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Dancing with the Tax Man: Law Clinic Lends a Helping Hand

Getting income taxes in on time is stressful enough, but is there any phrase more terrifying in the English language than “You’re being audited”?

Thankfully, low income New Yorkers who find themselves in the sights of the IRS can turn to Fordham Law School’s Federal Tax Clinic for help.

The clinic, which is one of 17 clinics run out of the college, has received an annual matching $95,000 grant from the IRS since its founding in 2000, to provide assistance to taxpayers who cannot afford a lawyer to help them navigate the agency’s bureaucracy.

Elizabeth Maresca, supervising attorney at the clinic and a clinical professor of law at the law school, said the clinic’s two-dozen 2L and 3L students work an average of a few dozen cases a year. Students don’t help clients actually do their taxes—that’s a job for accountants—but they represent them in IRS audits, help them file paperwork, contact officials, and, in rare cases when a settlement can’t be reached, represent them in court.

To qualify for representation, clients must make a maximum of 250 percent of the Federal Poverty Level; for a family of four, that would be $60,000. The clinic’s clients tend to be hourly workers, those employed part-time, or those recently retired and dealing with problems left over from when they were working. Sometimes, Maresca said, clients don’t even need the full representation of a team of students.

“Knowledge is power, so people will come to us with a problem and we’re able to talk to them, review their documents, and give them a path to take in order to resolve the problem on their own,” she said.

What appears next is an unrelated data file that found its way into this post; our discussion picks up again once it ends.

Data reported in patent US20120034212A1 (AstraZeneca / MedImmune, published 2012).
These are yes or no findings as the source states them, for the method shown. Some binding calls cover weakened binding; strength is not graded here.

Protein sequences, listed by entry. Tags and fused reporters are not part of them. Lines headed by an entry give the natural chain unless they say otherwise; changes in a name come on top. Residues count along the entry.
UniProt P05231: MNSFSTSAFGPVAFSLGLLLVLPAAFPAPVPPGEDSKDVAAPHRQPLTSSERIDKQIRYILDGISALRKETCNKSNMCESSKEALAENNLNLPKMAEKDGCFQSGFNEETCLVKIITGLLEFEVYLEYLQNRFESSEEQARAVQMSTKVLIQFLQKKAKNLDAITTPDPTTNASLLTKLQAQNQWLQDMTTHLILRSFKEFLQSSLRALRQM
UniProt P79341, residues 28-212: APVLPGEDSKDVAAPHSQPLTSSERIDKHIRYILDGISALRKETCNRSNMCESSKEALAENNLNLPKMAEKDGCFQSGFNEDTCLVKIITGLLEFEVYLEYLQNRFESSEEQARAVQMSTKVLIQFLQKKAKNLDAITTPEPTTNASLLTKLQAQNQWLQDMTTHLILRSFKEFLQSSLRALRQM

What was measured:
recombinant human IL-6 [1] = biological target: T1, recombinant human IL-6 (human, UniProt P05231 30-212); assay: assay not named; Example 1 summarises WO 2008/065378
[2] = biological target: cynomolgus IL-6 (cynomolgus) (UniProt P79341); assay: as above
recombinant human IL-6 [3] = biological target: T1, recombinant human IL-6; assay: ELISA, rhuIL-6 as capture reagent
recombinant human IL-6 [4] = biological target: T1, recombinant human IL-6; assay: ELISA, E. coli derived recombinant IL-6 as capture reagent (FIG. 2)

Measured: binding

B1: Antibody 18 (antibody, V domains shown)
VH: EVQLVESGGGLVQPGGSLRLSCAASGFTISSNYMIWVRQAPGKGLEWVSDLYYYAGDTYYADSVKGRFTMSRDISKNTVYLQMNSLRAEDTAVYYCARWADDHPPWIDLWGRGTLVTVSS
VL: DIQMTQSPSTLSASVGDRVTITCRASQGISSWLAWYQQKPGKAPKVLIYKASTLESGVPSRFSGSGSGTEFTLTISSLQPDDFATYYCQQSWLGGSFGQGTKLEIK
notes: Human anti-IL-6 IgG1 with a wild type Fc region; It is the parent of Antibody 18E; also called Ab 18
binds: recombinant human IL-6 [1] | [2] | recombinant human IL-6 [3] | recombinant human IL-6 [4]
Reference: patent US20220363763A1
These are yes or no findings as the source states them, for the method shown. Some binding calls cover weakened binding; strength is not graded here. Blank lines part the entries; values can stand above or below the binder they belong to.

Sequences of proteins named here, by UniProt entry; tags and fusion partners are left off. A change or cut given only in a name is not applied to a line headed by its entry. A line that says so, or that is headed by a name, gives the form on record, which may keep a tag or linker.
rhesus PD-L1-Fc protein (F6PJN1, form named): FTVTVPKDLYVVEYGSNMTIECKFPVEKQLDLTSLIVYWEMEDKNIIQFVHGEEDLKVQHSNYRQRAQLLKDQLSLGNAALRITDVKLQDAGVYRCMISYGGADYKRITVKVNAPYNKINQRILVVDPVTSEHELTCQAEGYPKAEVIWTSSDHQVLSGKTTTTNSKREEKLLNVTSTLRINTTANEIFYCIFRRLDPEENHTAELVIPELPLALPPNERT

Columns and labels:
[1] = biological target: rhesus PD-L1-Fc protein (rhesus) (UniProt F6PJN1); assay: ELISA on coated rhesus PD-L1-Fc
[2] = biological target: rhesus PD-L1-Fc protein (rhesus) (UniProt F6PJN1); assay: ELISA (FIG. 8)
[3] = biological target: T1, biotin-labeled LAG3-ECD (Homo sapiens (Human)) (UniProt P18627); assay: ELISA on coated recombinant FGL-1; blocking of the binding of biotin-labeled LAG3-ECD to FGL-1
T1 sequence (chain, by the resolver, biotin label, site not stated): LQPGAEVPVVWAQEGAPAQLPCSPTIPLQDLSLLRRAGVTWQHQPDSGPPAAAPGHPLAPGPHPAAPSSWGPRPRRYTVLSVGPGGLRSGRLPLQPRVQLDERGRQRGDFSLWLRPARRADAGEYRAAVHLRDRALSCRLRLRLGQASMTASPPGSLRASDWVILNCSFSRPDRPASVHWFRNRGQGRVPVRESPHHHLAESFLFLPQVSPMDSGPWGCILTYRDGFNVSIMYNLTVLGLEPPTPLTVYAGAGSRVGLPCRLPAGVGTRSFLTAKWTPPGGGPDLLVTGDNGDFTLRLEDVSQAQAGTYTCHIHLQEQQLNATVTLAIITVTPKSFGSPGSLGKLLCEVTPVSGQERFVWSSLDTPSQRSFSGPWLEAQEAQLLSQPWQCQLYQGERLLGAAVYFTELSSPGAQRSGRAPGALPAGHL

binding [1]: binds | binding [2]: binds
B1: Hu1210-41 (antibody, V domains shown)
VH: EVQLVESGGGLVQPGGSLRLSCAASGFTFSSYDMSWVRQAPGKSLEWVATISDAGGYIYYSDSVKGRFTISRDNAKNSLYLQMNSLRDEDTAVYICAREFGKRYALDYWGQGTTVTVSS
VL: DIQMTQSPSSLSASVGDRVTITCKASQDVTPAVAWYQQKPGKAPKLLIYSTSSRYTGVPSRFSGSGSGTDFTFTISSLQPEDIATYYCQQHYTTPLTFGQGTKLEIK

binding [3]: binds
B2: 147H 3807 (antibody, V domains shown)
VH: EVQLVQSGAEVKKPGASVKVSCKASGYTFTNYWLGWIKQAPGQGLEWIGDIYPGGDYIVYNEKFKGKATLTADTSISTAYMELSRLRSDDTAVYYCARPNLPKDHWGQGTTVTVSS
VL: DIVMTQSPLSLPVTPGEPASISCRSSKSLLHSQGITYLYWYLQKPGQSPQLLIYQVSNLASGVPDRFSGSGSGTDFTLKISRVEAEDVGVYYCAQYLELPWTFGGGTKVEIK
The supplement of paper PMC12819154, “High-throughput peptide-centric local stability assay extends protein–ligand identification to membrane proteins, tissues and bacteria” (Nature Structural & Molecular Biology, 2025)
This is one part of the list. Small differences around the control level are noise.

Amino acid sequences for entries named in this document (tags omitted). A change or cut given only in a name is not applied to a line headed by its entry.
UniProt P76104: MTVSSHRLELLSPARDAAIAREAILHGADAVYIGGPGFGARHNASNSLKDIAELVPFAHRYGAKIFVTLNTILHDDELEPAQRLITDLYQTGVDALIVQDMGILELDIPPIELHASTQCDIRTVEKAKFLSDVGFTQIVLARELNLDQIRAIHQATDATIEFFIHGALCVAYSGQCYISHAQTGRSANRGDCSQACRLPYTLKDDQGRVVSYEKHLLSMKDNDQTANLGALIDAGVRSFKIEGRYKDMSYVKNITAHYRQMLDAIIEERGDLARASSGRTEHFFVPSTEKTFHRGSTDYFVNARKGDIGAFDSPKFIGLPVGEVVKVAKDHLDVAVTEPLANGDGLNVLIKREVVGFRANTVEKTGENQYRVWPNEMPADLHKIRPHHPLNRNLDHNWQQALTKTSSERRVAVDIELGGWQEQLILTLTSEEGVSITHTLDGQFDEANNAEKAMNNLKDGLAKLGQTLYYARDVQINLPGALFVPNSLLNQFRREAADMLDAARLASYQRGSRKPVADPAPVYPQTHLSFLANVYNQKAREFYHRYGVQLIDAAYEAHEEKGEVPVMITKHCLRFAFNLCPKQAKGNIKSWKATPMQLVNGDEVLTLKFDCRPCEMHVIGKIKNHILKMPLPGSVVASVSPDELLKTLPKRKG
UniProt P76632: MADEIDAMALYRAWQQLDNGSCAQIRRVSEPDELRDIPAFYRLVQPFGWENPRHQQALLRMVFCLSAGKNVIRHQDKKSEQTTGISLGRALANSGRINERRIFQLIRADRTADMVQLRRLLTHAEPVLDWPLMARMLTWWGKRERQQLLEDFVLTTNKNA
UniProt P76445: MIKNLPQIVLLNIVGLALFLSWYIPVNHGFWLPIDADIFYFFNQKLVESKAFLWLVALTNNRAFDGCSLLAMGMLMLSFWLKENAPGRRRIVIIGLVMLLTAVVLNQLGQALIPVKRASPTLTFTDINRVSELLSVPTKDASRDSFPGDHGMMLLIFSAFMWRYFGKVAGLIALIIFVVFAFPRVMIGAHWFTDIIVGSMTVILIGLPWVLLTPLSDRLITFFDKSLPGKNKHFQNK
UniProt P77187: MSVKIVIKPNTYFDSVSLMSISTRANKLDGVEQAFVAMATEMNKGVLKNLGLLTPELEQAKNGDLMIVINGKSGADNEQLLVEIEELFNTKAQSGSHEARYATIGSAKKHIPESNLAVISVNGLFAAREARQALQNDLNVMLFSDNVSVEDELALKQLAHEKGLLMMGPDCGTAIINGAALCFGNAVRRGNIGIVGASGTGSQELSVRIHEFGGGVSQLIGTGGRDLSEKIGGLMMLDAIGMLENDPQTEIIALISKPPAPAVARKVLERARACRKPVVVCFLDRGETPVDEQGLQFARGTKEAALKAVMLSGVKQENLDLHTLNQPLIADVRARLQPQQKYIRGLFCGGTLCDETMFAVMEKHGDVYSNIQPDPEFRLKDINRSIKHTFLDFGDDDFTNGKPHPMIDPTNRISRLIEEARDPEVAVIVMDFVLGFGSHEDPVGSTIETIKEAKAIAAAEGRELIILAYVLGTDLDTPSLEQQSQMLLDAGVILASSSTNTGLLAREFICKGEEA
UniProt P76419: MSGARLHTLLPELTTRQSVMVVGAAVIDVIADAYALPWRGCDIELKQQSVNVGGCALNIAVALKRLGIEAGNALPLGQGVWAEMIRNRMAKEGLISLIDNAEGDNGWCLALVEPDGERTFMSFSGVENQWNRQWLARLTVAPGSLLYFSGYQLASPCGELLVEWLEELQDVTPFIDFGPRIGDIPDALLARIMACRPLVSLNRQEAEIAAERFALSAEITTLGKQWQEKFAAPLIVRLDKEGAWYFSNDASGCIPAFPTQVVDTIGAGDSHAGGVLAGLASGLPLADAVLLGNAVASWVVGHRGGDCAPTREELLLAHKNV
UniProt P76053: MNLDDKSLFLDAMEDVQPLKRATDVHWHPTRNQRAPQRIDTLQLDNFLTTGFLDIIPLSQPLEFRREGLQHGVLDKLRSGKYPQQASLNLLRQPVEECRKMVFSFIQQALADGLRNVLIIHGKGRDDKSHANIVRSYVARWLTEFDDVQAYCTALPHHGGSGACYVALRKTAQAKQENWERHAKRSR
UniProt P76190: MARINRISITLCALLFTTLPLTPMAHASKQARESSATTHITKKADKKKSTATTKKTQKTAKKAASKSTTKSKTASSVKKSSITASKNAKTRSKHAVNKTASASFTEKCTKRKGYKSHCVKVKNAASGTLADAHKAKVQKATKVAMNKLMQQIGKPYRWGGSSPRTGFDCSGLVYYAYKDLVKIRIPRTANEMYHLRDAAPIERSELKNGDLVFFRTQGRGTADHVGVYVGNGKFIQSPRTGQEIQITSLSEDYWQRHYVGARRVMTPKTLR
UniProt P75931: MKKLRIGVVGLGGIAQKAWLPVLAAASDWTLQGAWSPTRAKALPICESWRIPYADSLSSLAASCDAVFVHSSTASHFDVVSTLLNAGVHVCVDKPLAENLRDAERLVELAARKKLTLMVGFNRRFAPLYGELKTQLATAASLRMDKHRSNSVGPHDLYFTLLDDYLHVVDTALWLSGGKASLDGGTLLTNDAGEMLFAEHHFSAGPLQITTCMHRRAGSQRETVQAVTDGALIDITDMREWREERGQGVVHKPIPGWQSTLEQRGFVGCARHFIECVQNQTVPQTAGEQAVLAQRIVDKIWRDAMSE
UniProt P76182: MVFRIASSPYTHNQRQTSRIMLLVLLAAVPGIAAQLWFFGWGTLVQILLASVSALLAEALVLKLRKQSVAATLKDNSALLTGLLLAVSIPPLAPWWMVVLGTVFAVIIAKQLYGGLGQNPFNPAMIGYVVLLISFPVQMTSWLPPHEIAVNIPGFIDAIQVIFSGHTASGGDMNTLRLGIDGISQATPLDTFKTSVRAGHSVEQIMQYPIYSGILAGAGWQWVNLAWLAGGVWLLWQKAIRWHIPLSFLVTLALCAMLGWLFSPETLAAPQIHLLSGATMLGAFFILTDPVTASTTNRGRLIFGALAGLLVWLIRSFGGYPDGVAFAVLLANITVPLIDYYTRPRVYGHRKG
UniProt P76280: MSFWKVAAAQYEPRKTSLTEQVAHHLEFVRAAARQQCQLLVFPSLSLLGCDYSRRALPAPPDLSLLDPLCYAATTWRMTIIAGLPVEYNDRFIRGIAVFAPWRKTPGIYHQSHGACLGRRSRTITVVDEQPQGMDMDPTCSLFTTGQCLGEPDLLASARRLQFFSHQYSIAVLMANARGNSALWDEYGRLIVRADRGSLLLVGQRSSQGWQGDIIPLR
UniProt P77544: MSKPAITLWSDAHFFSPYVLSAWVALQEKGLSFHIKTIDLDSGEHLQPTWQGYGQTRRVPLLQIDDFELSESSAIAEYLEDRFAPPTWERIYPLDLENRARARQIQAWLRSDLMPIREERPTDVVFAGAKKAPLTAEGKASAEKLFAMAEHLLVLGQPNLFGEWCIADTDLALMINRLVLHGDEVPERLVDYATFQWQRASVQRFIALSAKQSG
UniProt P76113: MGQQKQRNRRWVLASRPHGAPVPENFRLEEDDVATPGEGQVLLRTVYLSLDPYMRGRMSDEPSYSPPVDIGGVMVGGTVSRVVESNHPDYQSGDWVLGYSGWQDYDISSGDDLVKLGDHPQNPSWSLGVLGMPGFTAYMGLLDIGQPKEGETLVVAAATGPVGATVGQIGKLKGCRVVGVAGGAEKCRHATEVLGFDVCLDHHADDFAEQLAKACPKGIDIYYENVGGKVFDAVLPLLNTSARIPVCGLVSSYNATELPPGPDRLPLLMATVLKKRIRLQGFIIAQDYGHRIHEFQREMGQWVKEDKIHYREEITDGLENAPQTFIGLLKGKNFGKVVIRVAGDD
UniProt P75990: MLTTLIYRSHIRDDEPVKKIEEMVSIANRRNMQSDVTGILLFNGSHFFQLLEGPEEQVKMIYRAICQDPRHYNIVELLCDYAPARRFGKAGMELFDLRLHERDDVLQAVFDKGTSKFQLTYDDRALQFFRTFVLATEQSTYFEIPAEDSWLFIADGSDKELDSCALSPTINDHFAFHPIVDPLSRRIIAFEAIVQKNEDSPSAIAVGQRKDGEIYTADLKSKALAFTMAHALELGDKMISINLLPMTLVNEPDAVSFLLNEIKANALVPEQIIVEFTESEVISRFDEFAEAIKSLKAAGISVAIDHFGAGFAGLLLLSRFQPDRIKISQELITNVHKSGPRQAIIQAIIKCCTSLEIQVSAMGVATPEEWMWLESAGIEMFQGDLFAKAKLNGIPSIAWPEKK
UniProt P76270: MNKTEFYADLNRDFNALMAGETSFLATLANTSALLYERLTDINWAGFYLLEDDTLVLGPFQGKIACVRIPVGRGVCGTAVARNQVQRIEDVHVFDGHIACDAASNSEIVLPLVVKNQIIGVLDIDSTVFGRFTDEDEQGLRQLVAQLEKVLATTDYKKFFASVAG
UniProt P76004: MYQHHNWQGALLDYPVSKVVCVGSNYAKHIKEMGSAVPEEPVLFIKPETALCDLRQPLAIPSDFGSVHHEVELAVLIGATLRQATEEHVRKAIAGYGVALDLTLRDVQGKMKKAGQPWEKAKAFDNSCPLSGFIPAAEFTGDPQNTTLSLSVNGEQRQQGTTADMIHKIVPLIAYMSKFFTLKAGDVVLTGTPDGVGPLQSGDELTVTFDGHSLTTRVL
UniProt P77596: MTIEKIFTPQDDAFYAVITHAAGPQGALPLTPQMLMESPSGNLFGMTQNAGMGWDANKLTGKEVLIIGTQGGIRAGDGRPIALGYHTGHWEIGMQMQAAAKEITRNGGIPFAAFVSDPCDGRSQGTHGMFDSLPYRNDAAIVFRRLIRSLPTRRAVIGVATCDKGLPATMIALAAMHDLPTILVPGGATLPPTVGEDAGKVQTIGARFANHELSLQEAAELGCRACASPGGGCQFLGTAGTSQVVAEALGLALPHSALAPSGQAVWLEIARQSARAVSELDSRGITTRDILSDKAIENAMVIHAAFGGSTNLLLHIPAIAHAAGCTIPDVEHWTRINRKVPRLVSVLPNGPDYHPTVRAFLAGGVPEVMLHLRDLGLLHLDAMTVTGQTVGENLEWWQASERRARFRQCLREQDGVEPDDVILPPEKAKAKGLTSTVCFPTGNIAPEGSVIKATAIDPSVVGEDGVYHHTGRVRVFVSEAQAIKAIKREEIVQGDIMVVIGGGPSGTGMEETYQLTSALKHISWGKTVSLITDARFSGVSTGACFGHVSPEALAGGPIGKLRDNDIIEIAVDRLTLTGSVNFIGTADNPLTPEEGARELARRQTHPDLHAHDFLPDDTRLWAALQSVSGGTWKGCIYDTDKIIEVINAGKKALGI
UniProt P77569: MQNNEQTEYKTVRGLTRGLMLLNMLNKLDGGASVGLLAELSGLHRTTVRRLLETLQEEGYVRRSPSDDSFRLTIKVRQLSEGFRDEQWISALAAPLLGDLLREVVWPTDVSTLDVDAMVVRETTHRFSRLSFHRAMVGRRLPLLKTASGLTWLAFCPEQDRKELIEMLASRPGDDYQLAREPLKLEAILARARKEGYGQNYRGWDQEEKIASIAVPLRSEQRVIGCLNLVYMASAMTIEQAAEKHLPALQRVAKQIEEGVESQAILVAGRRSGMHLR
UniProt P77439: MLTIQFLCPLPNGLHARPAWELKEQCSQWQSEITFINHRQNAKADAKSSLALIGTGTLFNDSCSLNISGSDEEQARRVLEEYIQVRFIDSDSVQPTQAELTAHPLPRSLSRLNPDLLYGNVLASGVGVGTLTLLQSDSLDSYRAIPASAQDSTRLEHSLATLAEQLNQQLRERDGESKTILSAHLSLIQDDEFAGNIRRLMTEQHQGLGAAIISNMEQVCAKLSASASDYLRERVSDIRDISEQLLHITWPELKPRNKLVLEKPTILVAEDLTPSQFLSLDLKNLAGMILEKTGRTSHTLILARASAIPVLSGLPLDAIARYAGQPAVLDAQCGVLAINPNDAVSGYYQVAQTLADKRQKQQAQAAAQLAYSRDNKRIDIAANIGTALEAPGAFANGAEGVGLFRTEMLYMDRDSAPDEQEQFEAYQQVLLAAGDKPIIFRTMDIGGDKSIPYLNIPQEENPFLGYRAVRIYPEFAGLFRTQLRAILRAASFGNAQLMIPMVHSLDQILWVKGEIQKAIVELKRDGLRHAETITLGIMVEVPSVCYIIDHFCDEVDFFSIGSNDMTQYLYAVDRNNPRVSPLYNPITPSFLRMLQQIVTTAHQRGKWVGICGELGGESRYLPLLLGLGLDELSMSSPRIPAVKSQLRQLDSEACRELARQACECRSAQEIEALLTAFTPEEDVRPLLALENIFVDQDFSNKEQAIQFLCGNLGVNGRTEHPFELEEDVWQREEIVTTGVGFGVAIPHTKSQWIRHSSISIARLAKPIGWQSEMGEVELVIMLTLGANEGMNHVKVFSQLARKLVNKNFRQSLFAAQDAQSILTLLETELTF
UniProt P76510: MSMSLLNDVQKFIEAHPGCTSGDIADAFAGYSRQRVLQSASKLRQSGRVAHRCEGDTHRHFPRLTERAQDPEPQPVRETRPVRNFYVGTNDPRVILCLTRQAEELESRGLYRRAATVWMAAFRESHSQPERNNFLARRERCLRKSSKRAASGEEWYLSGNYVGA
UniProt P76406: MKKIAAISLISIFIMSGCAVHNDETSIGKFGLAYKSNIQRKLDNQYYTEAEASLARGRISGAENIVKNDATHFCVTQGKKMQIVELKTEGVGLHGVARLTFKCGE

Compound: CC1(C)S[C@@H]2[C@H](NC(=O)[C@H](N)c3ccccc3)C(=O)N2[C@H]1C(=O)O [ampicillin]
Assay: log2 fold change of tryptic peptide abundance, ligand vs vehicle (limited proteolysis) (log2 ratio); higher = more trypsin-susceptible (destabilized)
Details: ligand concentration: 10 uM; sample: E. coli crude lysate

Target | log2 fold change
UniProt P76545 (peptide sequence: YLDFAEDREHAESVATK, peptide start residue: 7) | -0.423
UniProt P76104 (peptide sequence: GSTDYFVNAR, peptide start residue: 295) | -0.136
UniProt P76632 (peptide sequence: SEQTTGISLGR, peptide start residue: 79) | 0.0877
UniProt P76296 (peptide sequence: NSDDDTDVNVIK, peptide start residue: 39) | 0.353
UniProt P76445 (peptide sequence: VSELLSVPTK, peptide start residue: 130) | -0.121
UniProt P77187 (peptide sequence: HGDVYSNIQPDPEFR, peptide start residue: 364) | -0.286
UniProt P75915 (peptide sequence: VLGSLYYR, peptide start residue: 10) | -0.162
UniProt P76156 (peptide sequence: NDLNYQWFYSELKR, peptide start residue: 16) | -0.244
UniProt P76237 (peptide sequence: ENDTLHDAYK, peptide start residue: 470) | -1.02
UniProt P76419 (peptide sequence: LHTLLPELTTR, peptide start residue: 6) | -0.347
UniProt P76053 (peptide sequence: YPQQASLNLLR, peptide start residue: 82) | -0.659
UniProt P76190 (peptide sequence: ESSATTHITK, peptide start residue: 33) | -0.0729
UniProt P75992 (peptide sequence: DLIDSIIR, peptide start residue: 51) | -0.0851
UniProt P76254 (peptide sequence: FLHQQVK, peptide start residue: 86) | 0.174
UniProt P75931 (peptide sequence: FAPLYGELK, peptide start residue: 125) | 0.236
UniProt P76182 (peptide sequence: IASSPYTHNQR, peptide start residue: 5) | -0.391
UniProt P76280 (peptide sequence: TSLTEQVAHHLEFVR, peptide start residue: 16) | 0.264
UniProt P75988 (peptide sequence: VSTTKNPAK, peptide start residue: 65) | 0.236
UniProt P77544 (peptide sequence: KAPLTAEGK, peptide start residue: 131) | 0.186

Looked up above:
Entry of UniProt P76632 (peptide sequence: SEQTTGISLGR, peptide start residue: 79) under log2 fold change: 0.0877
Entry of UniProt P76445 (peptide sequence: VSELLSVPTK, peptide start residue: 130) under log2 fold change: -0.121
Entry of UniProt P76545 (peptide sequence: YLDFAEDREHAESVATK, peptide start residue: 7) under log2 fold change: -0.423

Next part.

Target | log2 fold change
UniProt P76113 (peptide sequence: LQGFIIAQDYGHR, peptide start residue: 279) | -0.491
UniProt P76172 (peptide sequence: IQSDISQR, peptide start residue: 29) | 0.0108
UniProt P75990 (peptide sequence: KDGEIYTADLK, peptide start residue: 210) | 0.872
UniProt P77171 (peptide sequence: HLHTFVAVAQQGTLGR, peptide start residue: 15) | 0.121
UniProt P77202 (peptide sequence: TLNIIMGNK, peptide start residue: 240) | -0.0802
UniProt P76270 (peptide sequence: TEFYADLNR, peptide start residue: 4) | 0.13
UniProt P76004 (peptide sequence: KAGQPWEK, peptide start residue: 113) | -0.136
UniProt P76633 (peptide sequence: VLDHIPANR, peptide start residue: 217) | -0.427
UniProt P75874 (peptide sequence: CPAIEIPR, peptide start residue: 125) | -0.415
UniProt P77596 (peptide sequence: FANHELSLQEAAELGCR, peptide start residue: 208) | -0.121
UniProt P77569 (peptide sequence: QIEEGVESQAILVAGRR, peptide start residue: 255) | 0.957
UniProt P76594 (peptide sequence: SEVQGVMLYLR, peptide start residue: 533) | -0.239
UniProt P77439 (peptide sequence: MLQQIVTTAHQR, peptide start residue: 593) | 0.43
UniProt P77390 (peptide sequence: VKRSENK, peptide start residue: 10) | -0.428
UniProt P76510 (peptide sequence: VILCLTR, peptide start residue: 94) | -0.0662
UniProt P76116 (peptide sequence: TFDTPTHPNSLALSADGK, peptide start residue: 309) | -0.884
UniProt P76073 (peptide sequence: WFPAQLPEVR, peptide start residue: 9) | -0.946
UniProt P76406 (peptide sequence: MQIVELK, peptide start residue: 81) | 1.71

“Then they are able to represent themselves—but with our guidance.”

A big focus of the clinic is helping clients procure child and earned income tax credits, because those are key to lifting children out of poverty. Recently, Maresca said, they’ve seen an increase in identity theft cases, which are particularly hard for people to resolve on their own and come with an added level of stress.

“The IRS is like a big machine, and if you don’t know the right door to knock on or turn the right crank, you can’t get the outcome you need. In the identity theft area, we’re so knowledgeable and have experience, we’re really able to help people unravel that problem,” she said.

For students, the clinic is a unique opportunity to represent clients before graduation. Only about 10 percent of cases actually go to court, but Maresca said the experience of meeting with clients, listening to their problems, and guiding them through the vagaries of tax law is still invaluable. It also instills in them the value of pro bono work.

“Sometimes the best and brightest students in the classroom aren’t always the students who succeed the most in practice, because the skills and the requirements are a little different,” she said.

“So it can be a great confidence-boosting experience to come to a clinic and learn you can help a client.”


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